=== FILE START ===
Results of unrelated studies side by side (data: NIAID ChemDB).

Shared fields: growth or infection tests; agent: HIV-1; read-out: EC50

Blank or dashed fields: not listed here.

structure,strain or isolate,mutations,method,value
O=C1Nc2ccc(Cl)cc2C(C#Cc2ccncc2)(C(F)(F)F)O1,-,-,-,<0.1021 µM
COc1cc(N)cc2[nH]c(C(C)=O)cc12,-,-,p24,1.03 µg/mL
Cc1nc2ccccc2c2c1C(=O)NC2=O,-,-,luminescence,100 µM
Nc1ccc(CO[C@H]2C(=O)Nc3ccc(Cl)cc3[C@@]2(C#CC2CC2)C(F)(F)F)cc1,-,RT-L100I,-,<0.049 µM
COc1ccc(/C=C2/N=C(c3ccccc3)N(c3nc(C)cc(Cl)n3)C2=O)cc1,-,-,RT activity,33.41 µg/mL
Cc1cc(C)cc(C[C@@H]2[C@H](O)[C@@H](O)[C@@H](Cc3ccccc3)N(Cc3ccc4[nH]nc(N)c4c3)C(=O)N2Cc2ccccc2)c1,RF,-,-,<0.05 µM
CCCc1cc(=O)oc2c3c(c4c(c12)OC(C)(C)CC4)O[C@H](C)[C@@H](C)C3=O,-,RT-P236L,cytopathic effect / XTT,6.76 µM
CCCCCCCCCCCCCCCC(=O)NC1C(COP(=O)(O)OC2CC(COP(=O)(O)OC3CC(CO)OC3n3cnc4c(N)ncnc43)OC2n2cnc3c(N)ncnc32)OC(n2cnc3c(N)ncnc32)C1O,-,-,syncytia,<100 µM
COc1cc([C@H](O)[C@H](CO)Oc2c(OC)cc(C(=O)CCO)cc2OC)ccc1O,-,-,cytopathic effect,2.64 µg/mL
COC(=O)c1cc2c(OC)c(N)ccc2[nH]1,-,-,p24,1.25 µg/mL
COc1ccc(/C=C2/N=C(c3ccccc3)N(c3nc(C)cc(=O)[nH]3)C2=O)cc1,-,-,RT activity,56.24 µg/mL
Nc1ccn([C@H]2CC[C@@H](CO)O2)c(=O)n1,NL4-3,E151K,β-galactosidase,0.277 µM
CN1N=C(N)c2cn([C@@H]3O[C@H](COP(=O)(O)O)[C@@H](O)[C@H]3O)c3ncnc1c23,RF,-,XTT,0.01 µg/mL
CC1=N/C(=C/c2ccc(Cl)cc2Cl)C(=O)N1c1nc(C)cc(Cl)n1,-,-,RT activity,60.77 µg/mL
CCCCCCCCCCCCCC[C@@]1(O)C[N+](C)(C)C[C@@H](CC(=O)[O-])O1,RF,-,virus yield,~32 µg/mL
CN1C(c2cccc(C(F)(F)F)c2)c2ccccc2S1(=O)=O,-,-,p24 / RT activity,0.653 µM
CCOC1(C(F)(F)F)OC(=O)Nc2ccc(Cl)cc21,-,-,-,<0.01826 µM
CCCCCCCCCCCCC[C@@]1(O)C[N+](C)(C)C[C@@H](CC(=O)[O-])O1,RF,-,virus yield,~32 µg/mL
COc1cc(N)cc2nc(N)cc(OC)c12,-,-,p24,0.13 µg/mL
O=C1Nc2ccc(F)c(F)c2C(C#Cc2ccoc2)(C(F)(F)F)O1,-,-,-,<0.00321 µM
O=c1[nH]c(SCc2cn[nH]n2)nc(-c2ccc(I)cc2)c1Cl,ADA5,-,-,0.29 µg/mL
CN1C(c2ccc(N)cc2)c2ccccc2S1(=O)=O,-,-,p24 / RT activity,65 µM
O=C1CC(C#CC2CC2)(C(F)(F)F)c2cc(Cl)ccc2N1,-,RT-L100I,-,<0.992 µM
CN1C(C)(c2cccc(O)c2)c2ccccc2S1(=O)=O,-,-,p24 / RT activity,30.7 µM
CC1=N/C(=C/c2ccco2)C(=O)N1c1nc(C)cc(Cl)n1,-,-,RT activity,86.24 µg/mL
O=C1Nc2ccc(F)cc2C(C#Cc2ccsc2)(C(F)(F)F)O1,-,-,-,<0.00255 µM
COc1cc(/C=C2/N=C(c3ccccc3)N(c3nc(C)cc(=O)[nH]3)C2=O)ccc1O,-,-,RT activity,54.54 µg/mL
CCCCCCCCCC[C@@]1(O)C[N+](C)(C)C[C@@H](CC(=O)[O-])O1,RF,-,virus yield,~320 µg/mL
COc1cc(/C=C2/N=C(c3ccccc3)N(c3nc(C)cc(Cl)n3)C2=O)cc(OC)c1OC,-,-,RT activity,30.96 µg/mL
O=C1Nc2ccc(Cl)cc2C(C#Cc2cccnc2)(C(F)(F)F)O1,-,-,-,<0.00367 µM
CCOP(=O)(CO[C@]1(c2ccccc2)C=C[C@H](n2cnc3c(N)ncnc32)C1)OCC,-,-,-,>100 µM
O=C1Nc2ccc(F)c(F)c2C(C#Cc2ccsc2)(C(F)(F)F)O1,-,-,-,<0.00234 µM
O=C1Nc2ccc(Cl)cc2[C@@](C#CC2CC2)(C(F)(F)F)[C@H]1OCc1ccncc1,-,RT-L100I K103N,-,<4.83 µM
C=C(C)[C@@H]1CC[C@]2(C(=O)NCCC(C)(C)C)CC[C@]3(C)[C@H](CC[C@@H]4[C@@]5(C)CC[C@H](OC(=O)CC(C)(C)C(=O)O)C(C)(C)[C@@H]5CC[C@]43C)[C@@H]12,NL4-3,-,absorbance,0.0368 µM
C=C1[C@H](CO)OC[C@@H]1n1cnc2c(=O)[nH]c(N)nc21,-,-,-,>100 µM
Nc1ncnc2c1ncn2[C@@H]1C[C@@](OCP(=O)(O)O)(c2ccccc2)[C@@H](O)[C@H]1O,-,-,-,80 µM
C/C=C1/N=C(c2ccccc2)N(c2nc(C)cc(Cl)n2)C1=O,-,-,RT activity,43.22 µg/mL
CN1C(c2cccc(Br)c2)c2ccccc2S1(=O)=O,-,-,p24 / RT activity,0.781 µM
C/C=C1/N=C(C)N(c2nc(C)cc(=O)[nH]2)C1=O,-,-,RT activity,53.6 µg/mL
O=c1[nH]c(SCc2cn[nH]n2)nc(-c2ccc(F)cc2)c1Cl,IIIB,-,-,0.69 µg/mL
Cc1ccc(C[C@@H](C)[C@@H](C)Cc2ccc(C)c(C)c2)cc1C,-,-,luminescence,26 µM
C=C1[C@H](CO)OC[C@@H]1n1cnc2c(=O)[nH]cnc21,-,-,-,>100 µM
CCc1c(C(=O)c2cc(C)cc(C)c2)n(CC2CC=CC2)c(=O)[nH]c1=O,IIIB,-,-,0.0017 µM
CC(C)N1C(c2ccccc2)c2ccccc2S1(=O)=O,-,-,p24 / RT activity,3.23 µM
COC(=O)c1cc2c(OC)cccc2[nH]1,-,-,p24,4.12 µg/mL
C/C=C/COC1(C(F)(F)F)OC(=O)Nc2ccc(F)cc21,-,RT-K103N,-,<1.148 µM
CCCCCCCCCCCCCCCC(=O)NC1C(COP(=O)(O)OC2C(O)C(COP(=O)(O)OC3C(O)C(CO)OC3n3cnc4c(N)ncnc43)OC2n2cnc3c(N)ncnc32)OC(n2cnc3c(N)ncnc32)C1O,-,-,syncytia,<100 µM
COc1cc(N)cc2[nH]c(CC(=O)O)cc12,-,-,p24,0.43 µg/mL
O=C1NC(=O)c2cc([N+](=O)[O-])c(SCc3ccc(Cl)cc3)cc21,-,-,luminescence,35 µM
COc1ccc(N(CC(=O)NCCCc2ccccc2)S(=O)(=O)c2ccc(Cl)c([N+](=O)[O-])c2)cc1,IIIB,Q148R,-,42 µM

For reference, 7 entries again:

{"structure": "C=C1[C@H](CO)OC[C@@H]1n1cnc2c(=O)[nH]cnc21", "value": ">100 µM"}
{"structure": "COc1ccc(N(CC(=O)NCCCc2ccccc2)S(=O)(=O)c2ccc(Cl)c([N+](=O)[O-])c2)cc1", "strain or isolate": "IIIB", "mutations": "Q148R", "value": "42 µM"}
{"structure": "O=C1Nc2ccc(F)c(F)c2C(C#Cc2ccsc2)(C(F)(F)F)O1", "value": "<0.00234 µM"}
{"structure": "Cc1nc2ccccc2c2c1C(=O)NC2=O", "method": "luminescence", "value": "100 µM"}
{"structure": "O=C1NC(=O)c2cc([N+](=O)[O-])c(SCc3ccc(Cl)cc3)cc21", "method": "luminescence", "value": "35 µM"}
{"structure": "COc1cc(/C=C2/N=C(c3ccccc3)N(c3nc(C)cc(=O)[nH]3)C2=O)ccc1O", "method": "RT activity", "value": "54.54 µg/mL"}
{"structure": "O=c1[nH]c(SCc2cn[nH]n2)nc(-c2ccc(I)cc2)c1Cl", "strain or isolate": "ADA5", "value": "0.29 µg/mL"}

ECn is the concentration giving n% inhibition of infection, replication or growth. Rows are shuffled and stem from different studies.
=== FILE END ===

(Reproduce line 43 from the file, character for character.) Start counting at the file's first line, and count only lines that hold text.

C/C=C1/N=C(C)N(c2nc(C)cc(=O)[nH]2)C1=O,-,-,RT activity,53.6 µg/mL